decision-makers are completely out of touch with the realities of day-to-day operations and end up shopping from a
    checklist rather than experience.

    View Slide

  73. choice
    Friday, October 5, 12
    Whatever the reason, those products aren’t going away anytime soon. And for Enterprise customers who can afford to
    make these mistakes and start over, that’s fine. But their model does NOT fit how we need to think about open-
    source tools. For the majority of us, we don't use open-source software because it's "free". We use it because it fits
    our needs, or because we can modify it to do so. It offers us choice. Because we understand how it fits together. How
    it makes our job easier. And how it makes our business run smoother.

    View Slide

  74. specifics
    Friday, October 5, 12
    Ok, those are some good general themes to draw on when we’re talking about good-vs-bad software. But what are
    the specific characteristics of the next generation of open-source monitoring tools?

    View Slide

  75. composable (bad-ass robot)
    Friday, October 5, 12
    First off, it's composable. It has well-defined responsibilities, interfaces and protocols.

    View Slide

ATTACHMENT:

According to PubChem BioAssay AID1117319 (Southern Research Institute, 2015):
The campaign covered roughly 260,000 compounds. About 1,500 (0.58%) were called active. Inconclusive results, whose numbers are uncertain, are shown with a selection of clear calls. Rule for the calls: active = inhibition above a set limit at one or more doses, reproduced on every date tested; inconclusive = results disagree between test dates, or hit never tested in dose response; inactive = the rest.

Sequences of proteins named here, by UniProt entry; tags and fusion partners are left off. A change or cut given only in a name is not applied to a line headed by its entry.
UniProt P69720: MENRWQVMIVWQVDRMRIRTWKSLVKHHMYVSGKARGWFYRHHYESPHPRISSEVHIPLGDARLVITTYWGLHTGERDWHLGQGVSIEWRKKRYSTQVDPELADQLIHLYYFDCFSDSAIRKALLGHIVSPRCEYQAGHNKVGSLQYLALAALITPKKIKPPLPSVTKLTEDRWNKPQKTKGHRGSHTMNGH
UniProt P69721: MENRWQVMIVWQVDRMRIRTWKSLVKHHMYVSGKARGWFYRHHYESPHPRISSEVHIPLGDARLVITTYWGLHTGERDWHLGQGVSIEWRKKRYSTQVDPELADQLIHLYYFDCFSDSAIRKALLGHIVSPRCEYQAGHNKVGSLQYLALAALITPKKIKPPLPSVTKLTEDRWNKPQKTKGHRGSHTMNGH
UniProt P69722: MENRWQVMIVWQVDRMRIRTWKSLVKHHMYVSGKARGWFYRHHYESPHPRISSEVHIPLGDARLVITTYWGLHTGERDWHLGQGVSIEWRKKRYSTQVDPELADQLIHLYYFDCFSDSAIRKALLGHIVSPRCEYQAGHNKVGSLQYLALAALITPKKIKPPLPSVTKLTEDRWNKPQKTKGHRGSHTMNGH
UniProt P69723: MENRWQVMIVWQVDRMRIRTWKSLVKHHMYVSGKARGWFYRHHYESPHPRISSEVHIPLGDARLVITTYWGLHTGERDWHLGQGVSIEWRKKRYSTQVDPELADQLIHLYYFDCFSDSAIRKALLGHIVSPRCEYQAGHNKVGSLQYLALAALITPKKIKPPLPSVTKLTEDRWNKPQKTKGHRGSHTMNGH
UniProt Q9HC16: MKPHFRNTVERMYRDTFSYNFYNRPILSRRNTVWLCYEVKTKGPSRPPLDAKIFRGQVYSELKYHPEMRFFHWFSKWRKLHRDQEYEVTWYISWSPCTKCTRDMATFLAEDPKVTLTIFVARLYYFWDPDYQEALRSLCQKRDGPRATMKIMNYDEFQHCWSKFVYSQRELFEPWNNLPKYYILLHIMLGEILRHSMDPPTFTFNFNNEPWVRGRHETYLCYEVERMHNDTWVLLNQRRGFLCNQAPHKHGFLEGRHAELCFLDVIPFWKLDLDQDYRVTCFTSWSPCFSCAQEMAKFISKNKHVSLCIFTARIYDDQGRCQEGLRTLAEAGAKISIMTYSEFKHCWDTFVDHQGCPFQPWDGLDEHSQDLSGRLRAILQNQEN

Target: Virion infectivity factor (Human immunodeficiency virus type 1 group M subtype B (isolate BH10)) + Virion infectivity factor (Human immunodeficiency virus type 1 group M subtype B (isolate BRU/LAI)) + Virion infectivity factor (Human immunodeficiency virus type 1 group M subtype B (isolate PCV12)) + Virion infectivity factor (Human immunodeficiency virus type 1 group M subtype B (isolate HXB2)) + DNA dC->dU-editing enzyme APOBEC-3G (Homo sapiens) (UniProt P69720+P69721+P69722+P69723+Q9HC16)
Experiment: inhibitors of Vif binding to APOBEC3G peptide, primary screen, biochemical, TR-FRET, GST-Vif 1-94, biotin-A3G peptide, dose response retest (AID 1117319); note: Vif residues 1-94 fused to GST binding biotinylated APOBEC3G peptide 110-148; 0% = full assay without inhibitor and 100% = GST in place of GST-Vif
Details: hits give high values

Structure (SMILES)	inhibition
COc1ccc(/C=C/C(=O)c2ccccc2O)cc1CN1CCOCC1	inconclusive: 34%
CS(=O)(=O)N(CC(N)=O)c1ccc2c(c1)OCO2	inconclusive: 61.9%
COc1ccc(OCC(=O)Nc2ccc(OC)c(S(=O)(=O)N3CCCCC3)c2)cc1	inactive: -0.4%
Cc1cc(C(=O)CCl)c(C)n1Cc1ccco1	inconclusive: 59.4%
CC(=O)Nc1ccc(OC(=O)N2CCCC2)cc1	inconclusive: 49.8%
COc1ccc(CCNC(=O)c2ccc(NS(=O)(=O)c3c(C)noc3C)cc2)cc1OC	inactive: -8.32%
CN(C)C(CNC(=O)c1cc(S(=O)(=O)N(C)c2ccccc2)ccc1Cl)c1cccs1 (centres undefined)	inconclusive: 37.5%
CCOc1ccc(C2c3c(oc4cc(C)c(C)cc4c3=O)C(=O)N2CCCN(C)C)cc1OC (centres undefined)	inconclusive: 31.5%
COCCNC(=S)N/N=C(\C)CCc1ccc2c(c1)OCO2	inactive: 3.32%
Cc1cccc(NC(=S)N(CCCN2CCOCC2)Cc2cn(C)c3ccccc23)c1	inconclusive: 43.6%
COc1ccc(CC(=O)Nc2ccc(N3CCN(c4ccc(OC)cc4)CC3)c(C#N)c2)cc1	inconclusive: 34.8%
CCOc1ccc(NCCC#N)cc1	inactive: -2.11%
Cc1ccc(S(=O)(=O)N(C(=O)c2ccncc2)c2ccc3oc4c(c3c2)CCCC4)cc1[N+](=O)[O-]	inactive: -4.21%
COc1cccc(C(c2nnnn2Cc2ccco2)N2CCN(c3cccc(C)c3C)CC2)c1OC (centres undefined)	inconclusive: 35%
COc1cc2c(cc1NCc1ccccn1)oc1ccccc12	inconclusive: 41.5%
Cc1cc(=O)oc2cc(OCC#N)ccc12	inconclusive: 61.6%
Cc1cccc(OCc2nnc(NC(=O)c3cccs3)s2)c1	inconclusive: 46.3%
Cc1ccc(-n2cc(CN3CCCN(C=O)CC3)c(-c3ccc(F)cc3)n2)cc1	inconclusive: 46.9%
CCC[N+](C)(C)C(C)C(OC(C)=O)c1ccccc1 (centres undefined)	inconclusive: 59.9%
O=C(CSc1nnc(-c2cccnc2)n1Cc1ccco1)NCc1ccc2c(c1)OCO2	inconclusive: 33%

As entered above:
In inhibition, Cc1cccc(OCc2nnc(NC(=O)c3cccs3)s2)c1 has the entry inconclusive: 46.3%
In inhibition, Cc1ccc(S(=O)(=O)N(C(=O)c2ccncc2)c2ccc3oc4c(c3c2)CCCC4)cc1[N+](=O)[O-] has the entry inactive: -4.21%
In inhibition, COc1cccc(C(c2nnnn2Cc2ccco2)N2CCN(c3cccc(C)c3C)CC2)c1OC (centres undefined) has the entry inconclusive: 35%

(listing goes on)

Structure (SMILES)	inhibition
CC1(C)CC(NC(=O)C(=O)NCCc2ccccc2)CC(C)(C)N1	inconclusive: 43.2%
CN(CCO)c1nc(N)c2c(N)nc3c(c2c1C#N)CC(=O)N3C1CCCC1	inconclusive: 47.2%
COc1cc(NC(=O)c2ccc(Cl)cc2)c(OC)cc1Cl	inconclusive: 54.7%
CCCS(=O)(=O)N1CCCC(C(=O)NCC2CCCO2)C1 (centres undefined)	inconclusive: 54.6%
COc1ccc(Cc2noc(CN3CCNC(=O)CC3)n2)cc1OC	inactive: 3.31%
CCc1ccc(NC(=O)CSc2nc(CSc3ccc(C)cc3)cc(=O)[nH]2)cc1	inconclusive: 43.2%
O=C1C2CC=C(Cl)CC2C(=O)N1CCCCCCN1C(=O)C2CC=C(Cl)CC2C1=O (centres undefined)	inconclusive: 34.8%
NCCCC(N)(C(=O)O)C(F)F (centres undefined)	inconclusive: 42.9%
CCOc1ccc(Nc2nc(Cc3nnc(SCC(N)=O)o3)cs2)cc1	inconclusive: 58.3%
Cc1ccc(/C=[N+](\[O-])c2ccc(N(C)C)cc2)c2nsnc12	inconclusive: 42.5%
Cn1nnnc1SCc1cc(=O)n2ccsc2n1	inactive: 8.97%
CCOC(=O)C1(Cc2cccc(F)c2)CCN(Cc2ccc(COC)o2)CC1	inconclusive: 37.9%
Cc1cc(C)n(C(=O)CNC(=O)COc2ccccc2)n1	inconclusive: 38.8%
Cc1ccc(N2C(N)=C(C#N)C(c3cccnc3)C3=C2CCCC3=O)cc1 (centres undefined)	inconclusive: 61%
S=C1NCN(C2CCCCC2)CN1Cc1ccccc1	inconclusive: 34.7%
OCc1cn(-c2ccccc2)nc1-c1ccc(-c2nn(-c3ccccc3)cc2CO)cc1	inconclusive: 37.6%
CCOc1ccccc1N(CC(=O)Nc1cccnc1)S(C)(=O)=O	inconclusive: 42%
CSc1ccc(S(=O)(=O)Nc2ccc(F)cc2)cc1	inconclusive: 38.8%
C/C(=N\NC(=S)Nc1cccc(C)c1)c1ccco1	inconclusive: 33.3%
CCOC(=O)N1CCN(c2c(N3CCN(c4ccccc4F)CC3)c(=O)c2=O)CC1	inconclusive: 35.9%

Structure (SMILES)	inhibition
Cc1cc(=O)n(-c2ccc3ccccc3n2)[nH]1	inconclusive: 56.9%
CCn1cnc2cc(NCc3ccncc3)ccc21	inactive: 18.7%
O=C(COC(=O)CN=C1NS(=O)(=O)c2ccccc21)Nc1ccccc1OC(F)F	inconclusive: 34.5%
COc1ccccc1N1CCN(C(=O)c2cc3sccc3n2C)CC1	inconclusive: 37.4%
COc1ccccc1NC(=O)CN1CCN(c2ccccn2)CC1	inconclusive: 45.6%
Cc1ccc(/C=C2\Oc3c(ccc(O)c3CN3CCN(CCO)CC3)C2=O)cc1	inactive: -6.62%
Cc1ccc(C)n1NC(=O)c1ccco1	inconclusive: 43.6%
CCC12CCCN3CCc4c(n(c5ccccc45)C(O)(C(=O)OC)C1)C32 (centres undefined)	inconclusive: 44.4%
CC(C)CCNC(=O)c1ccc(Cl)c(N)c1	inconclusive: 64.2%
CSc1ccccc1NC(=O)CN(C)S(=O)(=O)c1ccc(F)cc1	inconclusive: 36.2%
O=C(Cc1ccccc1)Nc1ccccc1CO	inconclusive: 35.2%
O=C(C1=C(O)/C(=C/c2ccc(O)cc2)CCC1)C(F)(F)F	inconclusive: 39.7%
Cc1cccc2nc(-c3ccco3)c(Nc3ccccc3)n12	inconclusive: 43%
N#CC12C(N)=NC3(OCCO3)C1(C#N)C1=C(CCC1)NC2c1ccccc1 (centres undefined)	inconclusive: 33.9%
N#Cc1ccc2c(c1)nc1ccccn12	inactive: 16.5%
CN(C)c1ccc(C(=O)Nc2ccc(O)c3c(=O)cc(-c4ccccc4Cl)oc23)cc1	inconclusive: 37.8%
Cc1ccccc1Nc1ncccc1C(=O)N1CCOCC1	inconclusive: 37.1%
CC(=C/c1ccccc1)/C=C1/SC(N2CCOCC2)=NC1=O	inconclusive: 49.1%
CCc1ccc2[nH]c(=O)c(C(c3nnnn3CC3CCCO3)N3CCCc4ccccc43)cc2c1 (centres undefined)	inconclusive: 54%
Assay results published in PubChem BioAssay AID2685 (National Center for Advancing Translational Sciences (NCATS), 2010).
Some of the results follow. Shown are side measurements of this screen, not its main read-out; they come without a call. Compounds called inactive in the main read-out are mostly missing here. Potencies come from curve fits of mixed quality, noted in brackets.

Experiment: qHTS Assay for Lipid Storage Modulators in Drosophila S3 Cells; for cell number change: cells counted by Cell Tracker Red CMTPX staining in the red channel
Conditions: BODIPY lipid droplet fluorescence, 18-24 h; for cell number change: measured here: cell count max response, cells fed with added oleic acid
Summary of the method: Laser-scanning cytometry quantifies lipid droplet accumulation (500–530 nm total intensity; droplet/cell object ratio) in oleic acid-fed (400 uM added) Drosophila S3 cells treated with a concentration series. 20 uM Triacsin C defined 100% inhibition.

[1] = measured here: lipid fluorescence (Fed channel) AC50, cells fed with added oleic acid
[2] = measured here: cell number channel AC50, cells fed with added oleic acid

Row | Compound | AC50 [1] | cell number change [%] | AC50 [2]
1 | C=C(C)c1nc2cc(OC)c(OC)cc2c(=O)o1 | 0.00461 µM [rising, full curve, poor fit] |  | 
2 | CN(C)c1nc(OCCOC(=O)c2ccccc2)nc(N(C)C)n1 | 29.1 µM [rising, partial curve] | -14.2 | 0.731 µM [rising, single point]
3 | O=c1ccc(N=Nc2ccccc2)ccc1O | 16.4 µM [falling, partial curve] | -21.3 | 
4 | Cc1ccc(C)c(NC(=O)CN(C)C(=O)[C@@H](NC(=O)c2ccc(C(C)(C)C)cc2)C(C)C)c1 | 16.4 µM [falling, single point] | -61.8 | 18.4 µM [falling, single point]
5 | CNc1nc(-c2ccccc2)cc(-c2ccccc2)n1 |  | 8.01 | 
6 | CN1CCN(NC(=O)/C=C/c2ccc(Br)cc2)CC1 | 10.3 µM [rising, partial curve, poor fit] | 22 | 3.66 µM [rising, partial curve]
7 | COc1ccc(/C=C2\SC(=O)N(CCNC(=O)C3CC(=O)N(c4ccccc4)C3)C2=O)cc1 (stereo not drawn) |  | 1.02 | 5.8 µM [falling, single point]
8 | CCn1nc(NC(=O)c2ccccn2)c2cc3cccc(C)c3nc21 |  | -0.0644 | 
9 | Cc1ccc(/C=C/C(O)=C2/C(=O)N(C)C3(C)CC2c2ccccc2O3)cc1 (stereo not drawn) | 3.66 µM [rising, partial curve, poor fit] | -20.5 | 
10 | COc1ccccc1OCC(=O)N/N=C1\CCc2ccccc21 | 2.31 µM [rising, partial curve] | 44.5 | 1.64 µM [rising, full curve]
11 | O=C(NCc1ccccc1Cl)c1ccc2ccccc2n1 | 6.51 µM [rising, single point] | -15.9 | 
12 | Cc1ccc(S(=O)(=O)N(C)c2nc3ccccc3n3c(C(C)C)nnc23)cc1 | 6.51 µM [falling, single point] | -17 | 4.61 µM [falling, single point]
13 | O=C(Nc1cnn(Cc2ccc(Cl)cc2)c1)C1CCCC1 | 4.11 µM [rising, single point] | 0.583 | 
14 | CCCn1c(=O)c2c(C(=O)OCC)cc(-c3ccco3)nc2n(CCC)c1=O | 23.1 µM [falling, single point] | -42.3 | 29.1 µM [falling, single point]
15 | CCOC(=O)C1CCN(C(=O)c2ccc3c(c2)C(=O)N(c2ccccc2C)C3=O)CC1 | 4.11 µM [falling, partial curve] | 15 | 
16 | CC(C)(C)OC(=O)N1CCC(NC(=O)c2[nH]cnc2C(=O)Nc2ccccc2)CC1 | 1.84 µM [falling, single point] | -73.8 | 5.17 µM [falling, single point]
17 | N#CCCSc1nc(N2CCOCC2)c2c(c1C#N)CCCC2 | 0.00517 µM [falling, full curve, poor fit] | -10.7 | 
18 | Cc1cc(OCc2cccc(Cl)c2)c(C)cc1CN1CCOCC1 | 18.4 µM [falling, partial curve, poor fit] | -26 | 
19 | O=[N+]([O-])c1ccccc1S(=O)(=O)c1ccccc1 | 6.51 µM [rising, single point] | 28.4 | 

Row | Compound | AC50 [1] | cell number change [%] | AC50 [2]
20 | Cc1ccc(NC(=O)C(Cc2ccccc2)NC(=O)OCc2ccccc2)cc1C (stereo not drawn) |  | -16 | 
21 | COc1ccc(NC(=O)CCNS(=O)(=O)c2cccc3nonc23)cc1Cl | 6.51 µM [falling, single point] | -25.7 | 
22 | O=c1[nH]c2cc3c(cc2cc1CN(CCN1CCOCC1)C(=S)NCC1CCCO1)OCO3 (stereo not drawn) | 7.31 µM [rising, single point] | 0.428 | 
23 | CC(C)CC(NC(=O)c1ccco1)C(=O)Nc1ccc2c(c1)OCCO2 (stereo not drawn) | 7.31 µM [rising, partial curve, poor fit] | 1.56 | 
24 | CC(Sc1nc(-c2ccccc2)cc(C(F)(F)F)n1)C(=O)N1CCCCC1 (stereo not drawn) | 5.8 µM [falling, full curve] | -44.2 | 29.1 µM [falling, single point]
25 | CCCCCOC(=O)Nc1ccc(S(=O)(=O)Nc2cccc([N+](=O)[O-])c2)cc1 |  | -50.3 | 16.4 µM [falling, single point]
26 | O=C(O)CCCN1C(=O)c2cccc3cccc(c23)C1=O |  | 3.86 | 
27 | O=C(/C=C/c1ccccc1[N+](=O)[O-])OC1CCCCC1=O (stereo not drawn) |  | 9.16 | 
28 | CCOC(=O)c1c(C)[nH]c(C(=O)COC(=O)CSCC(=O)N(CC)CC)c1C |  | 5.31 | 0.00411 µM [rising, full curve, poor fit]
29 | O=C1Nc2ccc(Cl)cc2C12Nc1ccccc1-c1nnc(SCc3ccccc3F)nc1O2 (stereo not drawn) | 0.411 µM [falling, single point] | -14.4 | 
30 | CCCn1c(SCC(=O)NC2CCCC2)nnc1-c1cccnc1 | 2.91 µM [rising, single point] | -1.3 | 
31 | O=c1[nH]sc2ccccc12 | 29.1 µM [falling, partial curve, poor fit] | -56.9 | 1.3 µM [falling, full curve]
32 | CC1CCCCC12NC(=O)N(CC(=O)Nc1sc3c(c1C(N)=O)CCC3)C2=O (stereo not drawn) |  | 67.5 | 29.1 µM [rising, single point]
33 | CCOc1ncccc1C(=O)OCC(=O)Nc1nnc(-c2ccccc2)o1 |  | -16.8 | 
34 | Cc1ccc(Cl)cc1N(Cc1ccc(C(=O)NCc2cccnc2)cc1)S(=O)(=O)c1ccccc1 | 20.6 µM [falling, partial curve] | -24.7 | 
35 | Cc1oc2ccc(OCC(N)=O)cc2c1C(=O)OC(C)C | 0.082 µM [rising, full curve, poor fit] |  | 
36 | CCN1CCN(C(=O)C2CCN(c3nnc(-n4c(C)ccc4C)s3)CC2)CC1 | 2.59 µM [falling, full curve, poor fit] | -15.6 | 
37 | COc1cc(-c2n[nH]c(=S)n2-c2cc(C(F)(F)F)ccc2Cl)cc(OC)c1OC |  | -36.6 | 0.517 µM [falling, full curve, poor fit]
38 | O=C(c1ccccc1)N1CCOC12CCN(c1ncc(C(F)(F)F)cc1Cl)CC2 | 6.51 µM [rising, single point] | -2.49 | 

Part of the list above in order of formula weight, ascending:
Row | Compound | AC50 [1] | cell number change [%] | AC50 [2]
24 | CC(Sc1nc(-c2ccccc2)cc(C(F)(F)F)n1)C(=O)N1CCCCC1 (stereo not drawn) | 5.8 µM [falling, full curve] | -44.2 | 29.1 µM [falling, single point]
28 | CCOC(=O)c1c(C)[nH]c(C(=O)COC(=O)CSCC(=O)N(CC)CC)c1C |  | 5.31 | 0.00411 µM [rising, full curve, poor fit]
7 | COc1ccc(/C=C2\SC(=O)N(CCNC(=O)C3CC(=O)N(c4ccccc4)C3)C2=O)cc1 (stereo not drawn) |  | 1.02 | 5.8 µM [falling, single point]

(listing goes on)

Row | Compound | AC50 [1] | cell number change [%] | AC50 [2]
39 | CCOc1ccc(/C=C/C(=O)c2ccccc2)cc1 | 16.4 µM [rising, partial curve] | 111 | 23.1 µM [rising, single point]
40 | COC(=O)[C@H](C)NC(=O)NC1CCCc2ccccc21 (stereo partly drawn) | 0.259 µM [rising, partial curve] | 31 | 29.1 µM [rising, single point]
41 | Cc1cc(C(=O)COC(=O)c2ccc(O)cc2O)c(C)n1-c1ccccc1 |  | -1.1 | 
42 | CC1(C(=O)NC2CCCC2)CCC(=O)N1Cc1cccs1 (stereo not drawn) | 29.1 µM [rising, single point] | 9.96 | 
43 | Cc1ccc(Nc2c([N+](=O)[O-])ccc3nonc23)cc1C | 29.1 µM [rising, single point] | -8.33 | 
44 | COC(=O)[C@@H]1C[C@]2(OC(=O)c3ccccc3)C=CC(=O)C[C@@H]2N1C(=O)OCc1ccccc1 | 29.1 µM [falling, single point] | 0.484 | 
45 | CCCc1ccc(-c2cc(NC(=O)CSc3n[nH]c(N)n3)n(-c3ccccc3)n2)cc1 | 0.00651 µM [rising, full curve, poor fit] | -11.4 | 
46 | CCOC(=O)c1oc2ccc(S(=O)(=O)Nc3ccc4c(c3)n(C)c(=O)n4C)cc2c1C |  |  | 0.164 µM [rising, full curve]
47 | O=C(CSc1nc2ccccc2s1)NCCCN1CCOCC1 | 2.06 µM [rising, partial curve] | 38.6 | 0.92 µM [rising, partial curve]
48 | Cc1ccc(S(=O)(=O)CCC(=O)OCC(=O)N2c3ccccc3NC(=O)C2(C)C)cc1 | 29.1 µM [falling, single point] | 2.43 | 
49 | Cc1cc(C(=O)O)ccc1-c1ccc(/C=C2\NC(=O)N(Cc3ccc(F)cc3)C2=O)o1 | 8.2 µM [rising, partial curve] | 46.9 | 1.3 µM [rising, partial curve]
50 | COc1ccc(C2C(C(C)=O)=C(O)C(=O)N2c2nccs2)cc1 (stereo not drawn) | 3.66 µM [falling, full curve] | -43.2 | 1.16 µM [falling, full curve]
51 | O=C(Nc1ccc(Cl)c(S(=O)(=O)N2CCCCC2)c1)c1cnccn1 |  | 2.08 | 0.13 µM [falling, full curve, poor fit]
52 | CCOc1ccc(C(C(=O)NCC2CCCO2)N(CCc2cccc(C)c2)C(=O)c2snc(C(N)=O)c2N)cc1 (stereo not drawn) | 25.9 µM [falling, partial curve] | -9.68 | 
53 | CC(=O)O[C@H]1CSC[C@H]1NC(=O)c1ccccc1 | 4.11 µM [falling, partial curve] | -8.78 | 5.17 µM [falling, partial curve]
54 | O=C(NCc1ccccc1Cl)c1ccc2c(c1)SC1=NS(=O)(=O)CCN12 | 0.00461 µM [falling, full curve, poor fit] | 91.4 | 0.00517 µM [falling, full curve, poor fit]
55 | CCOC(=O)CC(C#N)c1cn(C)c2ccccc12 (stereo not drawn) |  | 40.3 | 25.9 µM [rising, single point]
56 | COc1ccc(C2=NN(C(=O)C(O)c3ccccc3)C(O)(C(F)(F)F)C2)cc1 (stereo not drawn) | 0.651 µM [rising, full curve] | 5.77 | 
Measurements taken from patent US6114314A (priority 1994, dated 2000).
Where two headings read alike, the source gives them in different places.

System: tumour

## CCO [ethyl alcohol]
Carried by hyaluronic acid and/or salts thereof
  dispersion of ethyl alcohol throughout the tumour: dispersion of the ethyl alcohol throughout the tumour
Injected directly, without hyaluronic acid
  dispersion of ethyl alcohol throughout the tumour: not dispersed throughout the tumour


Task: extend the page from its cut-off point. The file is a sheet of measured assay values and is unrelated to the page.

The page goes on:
76. composable
    self-service
    (bad-ass robot)
    Friday, October 5, 12
    It's self-service. It doesn't require root access or an Ops member to deploy. Developers should be able to submit
    metrics and craft alerts without help or impedance from anyone else.

    View Slide

  77. composable
    self-service
    resilient
    (bad-ass robot)
    Friday, October 5, 12
    It's distributed. Resilient to outages within the monitoring architecture. It can route metrics collection around failed
    agents or pathways.

    View Slide

  78. composable
    self-service
    resilient
    automated
    (bad-ass robot)
    Friday, October 5, 12
    Obviously, it's capable of being automated. It fucking LOVES to be automated. Especially by CFEngine, right Mark
    Burgess?

    View Slide

  79. composable
    self-service
    resilient
    automated
    correlative
    (bad-ass robot)
    Friday, October 5, 12
    It's correlative. It's able to implicitly model relationships between services. We can use it to look at seemingly
    unrelated metrics within the same interface.

    View Slide

  80. composable
    self-service
    resilient
    automated
    correlative
    craftsmanship
    (bad-ass robot)
    Friday, October 5, 12
    Last but not least, it's beautiful. It's a pleasure to use. It removes impedance from the user experience and rewards us